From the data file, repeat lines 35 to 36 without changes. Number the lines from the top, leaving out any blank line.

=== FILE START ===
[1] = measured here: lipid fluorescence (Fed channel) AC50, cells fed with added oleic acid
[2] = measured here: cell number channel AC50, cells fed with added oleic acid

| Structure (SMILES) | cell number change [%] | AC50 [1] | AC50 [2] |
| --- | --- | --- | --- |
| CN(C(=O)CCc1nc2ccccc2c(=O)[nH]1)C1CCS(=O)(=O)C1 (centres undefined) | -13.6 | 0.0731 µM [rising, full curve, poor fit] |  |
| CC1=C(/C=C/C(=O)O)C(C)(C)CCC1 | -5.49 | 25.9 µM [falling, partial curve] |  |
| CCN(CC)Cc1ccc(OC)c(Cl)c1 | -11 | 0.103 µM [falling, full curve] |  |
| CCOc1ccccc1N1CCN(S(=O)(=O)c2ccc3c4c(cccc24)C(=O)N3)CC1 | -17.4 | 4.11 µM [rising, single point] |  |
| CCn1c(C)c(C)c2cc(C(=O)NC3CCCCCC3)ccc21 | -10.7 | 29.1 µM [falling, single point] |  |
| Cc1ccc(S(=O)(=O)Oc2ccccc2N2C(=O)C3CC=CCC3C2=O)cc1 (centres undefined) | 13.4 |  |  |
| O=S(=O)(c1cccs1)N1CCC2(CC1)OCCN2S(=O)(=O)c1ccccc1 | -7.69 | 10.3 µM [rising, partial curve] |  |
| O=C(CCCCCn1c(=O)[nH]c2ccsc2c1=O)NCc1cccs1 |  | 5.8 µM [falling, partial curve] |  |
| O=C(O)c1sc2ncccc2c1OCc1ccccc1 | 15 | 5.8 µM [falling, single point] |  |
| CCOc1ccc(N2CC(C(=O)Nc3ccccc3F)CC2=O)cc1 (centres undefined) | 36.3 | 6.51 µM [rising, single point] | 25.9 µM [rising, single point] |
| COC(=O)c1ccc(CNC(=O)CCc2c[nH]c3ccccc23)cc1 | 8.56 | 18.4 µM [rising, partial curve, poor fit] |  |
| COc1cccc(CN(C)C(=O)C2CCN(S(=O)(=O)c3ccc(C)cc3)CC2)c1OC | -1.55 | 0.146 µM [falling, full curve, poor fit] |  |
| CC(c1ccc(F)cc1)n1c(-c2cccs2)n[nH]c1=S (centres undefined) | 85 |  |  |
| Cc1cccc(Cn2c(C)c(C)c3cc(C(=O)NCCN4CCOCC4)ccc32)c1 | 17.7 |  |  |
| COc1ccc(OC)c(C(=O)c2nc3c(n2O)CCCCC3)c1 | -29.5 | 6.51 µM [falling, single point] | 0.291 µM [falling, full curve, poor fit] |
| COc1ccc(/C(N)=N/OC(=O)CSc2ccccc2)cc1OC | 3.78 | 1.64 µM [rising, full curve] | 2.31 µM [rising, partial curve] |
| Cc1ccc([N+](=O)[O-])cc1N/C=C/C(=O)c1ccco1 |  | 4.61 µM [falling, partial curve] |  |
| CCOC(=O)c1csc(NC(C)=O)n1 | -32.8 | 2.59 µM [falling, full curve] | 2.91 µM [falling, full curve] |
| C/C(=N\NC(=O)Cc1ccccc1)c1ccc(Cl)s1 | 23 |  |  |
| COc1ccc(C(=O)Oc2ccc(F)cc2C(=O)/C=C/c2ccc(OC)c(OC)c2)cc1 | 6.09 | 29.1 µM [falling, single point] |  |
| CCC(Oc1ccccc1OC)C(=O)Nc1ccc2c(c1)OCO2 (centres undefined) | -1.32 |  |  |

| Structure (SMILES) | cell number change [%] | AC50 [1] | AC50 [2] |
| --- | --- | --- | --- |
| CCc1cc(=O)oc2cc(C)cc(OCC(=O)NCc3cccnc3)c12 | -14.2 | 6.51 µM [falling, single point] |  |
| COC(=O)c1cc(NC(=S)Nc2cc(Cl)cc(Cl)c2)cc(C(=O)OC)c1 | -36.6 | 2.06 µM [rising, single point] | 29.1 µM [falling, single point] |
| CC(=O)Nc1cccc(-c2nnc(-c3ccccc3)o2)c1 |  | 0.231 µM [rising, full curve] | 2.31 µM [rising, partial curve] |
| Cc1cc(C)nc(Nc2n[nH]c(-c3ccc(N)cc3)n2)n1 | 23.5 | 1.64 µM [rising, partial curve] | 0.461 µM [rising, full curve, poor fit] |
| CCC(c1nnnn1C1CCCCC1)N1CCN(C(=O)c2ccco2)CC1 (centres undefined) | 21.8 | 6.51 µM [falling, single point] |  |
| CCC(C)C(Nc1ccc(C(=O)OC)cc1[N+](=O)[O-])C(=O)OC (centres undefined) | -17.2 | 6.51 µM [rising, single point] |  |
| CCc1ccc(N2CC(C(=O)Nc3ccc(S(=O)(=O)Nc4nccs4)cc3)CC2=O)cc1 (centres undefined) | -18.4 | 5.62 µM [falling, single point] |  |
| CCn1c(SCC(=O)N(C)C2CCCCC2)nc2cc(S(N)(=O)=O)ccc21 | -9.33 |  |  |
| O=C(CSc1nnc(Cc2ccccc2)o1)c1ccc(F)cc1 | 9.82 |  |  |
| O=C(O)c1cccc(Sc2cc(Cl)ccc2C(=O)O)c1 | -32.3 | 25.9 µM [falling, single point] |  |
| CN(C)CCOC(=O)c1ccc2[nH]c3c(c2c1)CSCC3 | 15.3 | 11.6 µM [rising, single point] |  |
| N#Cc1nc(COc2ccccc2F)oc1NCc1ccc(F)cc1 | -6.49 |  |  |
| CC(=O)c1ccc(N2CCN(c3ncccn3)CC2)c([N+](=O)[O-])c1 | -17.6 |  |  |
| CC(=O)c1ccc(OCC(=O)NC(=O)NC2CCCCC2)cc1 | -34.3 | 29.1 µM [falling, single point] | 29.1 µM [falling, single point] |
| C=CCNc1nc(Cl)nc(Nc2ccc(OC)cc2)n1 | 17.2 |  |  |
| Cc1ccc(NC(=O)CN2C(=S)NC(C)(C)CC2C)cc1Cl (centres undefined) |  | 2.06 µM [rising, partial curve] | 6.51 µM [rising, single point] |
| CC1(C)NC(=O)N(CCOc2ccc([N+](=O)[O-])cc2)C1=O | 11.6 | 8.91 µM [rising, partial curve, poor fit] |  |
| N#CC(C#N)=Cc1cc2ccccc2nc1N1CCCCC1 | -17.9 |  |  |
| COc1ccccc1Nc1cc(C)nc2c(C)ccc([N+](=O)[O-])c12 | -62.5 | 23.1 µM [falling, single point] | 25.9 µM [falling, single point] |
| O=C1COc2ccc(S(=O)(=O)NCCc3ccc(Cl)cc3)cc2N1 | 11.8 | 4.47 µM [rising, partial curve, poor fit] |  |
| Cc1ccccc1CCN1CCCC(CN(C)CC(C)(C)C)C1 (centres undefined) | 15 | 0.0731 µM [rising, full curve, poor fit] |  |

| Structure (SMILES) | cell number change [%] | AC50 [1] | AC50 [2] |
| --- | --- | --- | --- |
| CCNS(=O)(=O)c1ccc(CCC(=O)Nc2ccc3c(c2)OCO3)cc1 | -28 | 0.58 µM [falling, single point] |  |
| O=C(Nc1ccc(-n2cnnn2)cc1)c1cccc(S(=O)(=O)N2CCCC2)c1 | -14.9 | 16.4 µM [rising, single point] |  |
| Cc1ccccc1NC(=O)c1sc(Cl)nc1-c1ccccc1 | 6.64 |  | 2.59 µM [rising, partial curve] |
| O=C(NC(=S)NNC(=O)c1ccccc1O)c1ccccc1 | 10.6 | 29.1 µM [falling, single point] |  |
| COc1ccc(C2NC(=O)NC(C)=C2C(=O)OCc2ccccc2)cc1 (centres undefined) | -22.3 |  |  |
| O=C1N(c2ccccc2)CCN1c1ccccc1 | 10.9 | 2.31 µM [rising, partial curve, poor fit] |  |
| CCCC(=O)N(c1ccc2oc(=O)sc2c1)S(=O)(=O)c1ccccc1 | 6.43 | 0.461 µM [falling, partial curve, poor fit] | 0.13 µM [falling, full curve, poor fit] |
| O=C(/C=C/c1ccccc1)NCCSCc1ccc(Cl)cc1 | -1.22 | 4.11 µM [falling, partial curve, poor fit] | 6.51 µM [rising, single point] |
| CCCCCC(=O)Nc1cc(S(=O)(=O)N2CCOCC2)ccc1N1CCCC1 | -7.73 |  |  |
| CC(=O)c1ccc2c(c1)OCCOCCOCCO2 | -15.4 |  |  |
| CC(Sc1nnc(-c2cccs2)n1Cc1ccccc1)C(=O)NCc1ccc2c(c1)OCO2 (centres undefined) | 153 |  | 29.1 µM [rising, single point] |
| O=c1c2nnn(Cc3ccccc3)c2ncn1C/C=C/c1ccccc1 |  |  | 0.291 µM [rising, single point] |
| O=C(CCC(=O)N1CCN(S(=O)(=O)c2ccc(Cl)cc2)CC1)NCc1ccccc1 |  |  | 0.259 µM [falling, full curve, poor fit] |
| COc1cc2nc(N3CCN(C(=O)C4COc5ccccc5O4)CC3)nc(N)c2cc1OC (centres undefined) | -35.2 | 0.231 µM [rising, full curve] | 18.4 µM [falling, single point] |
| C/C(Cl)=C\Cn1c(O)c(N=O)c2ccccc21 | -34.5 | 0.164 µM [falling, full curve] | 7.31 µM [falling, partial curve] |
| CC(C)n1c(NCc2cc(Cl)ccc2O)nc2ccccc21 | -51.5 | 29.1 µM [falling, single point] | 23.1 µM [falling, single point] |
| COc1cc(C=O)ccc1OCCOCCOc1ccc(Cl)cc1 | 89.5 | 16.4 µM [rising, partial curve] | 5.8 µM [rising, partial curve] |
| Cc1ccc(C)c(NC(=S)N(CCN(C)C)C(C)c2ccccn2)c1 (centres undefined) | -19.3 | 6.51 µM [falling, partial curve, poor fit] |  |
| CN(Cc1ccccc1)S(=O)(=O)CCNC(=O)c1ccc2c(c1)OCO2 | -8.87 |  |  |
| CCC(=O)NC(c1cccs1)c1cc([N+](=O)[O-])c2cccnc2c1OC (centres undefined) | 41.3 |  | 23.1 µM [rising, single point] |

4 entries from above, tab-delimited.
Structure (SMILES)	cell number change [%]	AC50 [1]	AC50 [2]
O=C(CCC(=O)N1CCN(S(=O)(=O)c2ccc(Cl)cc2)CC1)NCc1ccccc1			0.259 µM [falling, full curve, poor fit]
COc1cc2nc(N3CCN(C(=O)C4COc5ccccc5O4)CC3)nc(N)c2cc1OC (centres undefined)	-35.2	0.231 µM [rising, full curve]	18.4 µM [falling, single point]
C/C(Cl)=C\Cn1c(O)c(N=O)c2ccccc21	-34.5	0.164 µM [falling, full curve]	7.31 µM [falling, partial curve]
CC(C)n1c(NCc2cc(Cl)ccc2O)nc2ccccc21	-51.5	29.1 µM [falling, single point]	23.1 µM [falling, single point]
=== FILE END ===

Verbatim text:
| CCn1c(SCC(=O)N(C)C2CCCCC2)nc2cc(S(N)(=O)=O)ccc21 | -9.33 |  |  |
| O=C(CSc1nnc(Cc2ccccc2)o1)c1ccc(F)cc1 | 9.82 |  |  |